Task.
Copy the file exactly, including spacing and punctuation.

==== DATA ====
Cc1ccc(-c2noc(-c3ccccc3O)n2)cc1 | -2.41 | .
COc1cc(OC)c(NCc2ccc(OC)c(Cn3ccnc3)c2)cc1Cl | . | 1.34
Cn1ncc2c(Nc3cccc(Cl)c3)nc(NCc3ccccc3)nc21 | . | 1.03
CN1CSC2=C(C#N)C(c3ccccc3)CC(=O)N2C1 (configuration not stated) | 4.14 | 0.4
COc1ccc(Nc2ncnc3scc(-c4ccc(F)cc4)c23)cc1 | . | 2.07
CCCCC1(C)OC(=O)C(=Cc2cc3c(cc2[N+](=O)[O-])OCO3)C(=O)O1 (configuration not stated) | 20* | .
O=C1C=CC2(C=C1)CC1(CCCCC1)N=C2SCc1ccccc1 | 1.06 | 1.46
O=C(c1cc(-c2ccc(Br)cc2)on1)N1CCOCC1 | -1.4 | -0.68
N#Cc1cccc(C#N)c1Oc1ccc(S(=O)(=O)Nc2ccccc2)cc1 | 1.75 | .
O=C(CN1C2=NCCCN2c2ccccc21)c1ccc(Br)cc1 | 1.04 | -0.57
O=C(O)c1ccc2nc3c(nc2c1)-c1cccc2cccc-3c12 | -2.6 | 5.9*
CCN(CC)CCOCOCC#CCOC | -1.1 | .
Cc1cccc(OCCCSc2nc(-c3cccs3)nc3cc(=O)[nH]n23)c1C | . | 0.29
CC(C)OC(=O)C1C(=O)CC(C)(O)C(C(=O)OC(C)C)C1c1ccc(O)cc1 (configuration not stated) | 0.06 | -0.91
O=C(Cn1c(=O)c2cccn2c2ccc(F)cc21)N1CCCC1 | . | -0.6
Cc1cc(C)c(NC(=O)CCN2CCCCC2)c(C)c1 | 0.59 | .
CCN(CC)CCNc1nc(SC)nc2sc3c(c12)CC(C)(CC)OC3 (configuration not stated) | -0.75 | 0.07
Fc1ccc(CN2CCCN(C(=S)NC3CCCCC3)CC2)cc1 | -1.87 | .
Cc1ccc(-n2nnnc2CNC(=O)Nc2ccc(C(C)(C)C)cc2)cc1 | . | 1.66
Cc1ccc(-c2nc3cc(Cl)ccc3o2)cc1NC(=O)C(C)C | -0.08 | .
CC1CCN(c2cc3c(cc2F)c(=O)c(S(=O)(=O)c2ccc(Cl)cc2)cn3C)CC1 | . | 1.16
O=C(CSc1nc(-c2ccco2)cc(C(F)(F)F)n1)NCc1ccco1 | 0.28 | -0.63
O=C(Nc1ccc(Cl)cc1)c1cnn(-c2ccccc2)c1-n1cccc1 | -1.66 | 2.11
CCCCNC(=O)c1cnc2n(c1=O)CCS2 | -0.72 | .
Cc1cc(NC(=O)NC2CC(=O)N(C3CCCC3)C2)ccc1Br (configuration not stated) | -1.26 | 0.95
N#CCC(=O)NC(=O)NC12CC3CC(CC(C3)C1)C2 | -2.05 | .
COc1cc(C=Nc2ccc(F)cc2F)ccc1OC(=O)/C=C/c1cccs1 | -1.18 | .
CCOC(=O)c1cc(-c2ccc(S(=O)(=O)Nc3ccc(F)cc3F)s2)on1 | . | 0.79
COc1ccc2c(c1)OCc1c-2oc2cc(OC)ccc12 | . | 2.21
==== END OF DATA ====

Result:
Cc1ccc(-c2noc(-c3ccccc3O)n2)cc1 | -2.41 | .
COc1cc(OC)c(NCc2ccc(OC)c(Cn3ccnc3)c2)cc1Cl | . | 1.34
Cn1ncc2c(Nc3cccc(Cl)c3)nc(NCc3ccccc3)nc21 | . | 1.03
CN1CSC2=C(C#N)C(c3ccccc3)CC(=O)N2C1 (configuration not stated) | 4.14 | 0.4
COc1ccc(Nc2ncnc3scc(-c4ccc(F)cc4)c23)cc1 | . | 2.07
CCCCC1(C)OC(=O)C(=Cc2cc3c(cc2[N+](=O)[O-])OCO3)C(=O)O1 (configuration not stated) | 20* | .
O=C1C=CC2(C=C1)CC1(CCCCC1)N=C2SCc1ccccc1 | 1.06 | 1.46
O=C(c1cc(-c2ccc(Br)cc2)on1)N1CCOCC1 | -1.4 | -0.68
N#Cc1cccc(C#N)c1Oc1ccc(S(=O)(=O)Nc2ccccc2)cc1 | 1.75 | .
O=C(CN1C2=NCCCN2c2ccccc21)c1ccc(Br)cc1 | 1.04 | -0.57
O=C(O)c1ccc2nc3c(nc2c1)-c1cccc2cccc-3c12 | -2.6 | 5.9*
CCN(CC)CCOCOCC#CCOC | -1.1 | .
Cc1cccc(OCCCSc2nc(-c3cccs3)nc3cc(=O)[nH]n23)c1C | . | 0.29
CC(C)OC(=O)C1C(=O)CC(C)(O)C(C(=O)OC(C)C)C1c1ccc(O)cc1 (configuration not stated) | 0.06 | -0.91
O=C(Cn1c(=O)c2cccn2c2ccc(F)cc21)N1CCCC1 | . | -0.6
Cc1cc(C)c(NC(=O)CCN2CCCCC2)c(C)c1 | 0.59 | .
CCN(CC)CCNc1nc(SC)nc2sc3c(c12)CC(C)(CC)OC3 (configuration not stated) | -0.75 | 0.07
Fc1ccc(CN2CCCN(C(=S)NC3CCCCC3)CC2)cc1 | -1.87 | .
Cc1ccc(-n2nnnc2CNC(=O)Nc2ccc(C(C)(C)C)cc2)cc1 | . | 1.66
Cc1ccc(-c2nc3cc(Cl)ccc3o2)cc1NC(=O)C(C)C | -0.08 | .
CC1CCN(c2cc3c(cc2F)c(=O)c(S(=O)(=O)c2ccc(Cl)cc2)cn3C)CC1 | . | 1.16
O=C(CSc1nc(-c2ccco2)cc(C(F)(F)F)n1)NCc1ccco1 | 0.28 | -0.63
O=C(Nc1ccc(Cl)cc1)c1cnn(-c2ccccc2)c1-n1cccc1 | -1.66 | 2.11
CCCCNC(=O)c1cnc2n(c1=O)CCS2 | -0.72 | .
Cc1cc(NC(=O)NC2CC(=O)N(C3CCCC3)C2)ccc1Br (configuration not stated) | -1.26 | 0.95
N#CCC(=O)NC(=O)NC12CC3CC(CC(C3)C1)C2 | -2.05 | .
COc1cc(C=Nc2ccc(F)cc2F)ccc1OC(=O)/C=C/c1cccs1 | -1.18 | .
CCOC(=O)c1cc(-c2ccc(S(=O)(=O)Nc3ccc(F)cc3F)s2)on1 | . | 0.79
COc1ccc2c(c1)OCc1c-2oc2cc(OC)ccc12 | . | 2.21